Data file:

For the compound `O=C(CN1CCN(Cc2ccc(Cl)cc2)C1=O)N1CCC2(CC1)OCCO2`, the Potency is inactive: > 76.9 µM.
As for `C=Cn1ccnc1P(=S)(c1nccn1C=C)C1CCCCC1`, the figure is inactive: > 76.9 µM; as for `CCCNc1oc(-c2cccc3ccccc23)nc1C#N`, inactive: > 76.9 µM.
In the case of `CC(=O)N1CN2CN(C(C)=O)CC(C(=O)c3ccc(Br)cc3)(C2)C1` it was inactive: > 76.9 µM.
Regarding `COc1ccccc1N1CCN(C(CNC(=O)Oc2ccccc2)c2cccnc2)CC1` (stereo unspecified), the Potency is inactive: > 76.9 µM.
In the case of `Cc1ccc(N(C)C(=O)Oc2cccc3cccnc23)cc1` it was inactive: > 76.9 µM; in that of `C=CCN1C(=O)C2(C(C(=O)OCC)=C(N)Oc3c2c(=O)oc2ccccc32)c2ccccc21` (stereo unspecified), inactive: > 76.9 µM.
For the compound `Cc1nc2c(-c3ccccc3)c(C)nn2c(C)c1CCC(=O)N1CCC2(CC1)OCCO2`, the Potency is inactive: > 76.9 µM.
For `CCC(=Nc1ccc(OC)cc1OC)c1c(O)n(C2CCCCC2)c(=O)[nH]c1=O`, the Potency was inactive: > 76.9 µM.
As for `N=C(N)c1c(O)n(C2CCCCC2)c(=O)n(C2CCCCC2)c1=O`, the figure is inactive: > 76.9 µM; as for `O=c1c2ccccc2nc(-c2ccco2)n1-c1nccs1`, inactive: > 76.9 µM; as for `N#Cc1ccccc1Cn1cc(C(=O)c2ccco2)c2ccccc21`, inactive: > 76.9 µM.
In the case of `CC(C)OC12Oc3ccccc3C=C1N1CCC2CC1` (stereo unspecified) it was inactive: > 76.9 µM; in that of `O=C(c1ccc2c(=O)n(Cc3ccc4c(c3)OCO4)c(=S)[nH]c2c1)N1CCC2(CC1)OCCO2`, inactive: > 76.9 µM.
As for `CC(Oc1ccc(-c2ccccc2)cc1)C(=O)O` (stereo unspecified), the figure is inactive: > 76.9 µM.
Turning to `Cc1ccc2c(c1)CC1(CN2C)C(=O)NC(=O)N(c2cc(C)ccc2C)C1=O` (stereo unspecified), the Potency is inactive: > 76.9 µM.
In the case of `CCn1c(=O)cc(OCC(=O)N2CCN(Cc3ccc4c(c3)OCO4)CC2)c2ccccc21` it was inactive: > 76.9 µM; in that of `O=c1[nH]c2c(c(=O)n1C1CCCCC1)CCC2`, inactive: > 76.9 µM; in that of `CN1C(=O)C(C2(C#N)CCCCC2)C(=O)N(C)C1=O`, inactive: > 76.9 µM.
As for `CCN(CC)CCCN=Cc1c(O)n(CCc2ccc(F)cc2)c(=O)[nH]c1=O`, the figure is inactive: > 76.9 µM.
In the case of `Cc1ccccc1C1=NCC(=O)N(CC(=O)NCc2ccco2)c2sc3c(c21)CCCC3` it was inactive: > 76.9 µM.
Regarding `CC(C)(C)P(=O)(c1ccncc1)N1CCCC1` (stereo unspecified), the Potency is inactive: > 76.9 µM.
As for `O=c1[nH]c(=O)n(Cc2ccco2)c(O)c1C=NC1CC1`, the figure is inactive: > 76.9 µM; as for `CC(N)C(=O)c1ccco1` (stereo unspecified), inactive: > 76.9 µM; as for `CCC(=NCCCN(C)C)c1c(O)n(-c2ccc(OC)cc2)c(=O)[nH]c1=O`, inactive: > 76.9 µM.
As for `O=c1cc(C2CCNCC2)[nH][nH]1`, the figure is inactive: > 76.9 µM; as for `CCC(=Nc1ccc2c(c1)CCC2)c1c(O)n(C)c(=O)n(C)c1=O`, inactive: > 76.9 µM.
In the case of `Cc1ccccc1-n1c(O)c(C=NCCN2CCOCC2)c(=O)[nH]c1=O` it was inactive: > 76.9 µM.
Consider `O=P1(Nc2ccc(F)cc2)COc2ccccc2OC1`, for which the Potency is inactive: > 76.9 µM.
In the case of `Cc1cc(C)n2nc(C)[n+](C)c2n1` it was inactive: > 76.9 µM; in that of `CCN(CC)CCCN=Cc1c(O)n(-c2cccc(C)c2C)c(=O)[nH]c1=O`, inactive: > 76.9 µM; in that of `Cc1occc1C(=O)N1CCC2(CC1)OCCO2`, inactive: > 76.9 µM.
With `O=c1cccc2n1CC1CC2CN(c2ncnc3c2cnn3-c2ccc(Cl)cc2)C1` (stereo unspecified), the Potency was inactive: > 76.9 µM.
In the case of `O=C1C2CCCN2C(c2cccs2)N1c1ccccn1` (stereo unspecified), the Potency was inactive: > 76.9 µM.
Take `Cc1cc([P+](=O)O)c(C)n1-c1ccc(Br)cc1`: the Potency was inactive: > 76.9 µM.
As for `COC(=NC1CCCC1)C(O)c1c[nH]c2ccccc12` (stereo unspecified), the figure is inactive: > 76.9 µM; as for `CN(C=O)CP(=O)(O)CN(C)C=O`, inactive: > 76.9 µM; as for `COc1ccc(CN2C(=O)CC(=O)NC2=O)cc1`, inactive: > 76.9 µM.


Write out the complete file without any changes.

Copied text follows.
For the compound `O=C(CN1CCN(Cc2ccc(Cl)cc2)C1=O)N1CCC2(CC1)OCCO2`, the Potency is inactive: > 76.9 µM.
As for `C=Cn1ccnc1P(=S)(c1nccn1C=C)C1CCCCC1`, the figure is inactive: > 76.9 µM; as for `CCCNc1oc(-c2cccc3ccccc23)nc1C#N`, inactive: > 76.9 µM.
In the case of `CC(=O)N1CN2CN(C(C)=O)CC(C(=O)c3ccc(Br)cc3)(C2)C1` it was inactive: > 76.9 µM.
Regarding `COc1ccccc1N1CCN(C(CNC(=O)Oc2ccccc2)c2cccnc2)CC1` (stereo unspecified), the Potency is inactive: > 76.9 µM.
In the case of `Cc1ccc(N(C)C(=O)Oc2cccc3cccnc23)cc1` it was inactive: > 76.9 µM; in that of `C=CCN1C(=O)C2(C(C(=O)OCC)=C(N)Oc3c2c(=O)oc2ccccc32)c2ccccc21` (stereo unspecified), inactive: > 76.9 µM.
For the compound `Cc1nc2c(-c3ccccc3)c(C)nn2c(C)c1CCC(=O)N1CCC2(CC1)OCCO2`, the Potency is inactive: > 76.9 µM.
For `CCC(=Nc1ccc(OC)cc1OC)c1c(O)n(C2CCCCC2)c(=O)[nH]c1=O`, the Potency was inactive: > 76.9 µM.
As for `N=C(N)c1c(O)n(C2CCCCC2)c(=O)n(C2CCCCC2)c1=O`, the figure is inactive: > 76.9 µM; as for `O=c1c2ccccc2nc(-c2ccco2)n1-c1nccs1`, inactive: > 76.9 µM; as for `N#Cc1ccccc1Cn1cc(C(=O)c2ccco2)c2ccccc21`, inactive: > 76.9 µM.
In the case of `CC(C)OC12Oc3ccccc3C=C1N1CCC2CC1` (stereo unspecified) it was inactive: > 76.9 µM; in that of `O=C(c1ccc2c(=O)n(Cc3ccc4c(c3)OCO4)c(=S)[nH]c2c1)N1CCC2(CC1)OCCO2`, inactive: > 76.9 µM.
As for `CC(Oc1ccc(-c2ccccc2)cc1)C(=O)O` (stereo unspecified), the figure is inactive: > 76.9 µM.
Turning to `Cc1ccc2c(c1)CC1(CN2C)C(=O)NC(=O)N(c2cc(C)ccc2C)C1=O` (stereo unspecified), the Potency is inactive: > 76.9 µM.
In the case of `CCn1c(=O)cc(OCC(=O)N2CCN(Cc3ccc4c(c3)OCO4)CC2)c2ccccc21` it was inactive: > 76.9 µM; in that of `O=c1[nH]c2c(c(=O)n1C1CCCCC1)CCC2`, inactive: > 76.9 µM; in that of `CN1C(=O)C(C2(C#N)CCCCC2)C(=O)N(C)C1=O`, inactive: > 76.9 µM.
As for `CCN(CC)CCCN=Cc1c(O)n(CCc2ccc(F)cc2)c(=O)[nH]c1=O`, the figure is inactive: > 76.9 µM.
In the case of `Cc1ccccc1C1=NCC(=O)N(CC(=O)NCc2ccco2)c2sc3c(c21)CCCC3` it was inactive: > 76.9 µM.
Regarding `CC(C)(C)P(=O)(c1ccncc1)N1CCCC1` (stereo unspecified), the Potency is inactive: > 76.9 µM.
As for `O=c1[nH]c(=O)n(Cc2ccco2)c(O)c1C=NC1CC1`, the figure is inactive: > 76.9 µM; as for `CC(N)C(=O)c1ccco1` (stereo unspecified), inactive: > 76.9 µM; as for `CCC(=NCCCN(C)C)c1c(O)n(-c2ccc(OC)cc2)c(=O)[nH]c1=O`, inactive: > 76.9 µM.
As for `O=c1cc(C2CCNCC2)[nH][nH]1`, the figure is inactive: > 76.9 µM; as for `CCC(=Nc1ccc2c(c1)CCC2)c1c(O)n(C)c(=O)n(C)c1=O`, inactive: > 76.9 µM.
In the case of `Cc1ccccc1-n1c(O)c(C=NCCN2CCOCC2)c(=O)[nH]c1=O` it was inactive: > 76.9 µM.
Consider `O=P1(Nc2ccc(F)cc2)COc2ccccc2OC1`, for which the Potency is inactive: > 76.9 µM.
In the case of `Cc1cc(C)n2nc(C)[n+](C)c2n1` it was inactive: > 76.9 µM; in that of `CCN(CC)CCCN=Cc1c(O)n(-c2cccc(C)c2C)c(=O)[nH]c1=O`, inactive: > 76.9 µM; in that of `Cc1occc1C(=O)N1CCC2(CC1)OCCO2`, inactive: > 76.9 µM.
With `O=c1cccc2n1CC1CC2CN(c2ncnc3c2cnn3-c2ccc(Cl)cc2)C1` (stereo unspecified), the Potency was inactive: > 76.9 µM.
In the case of `O=C1C2CCCN2C(c2cccs2)N1c1ccccn1` (stereo unspecified), the Potency was inactive: > 76.9 µM.
Take `Cc1cc([P+](=O)O)c(C)n1-c1ccc(Br)cc1`: the Potency was inactive: > 76.9 µM.
As for `COC(=NC1CCCC1)C(O)c1c[nH]c2ccccc12` (stereo unspecified), the figure is inactive: > 76.9 µM; as for `CN(C=O)CP(=O)(O)CN(C)C=O`, inactive: > 76.9 µM; as for `COc1ccc(CN2C(=O)CC(=O)NC2=O)cc1`, inactive: > 76.9 µM.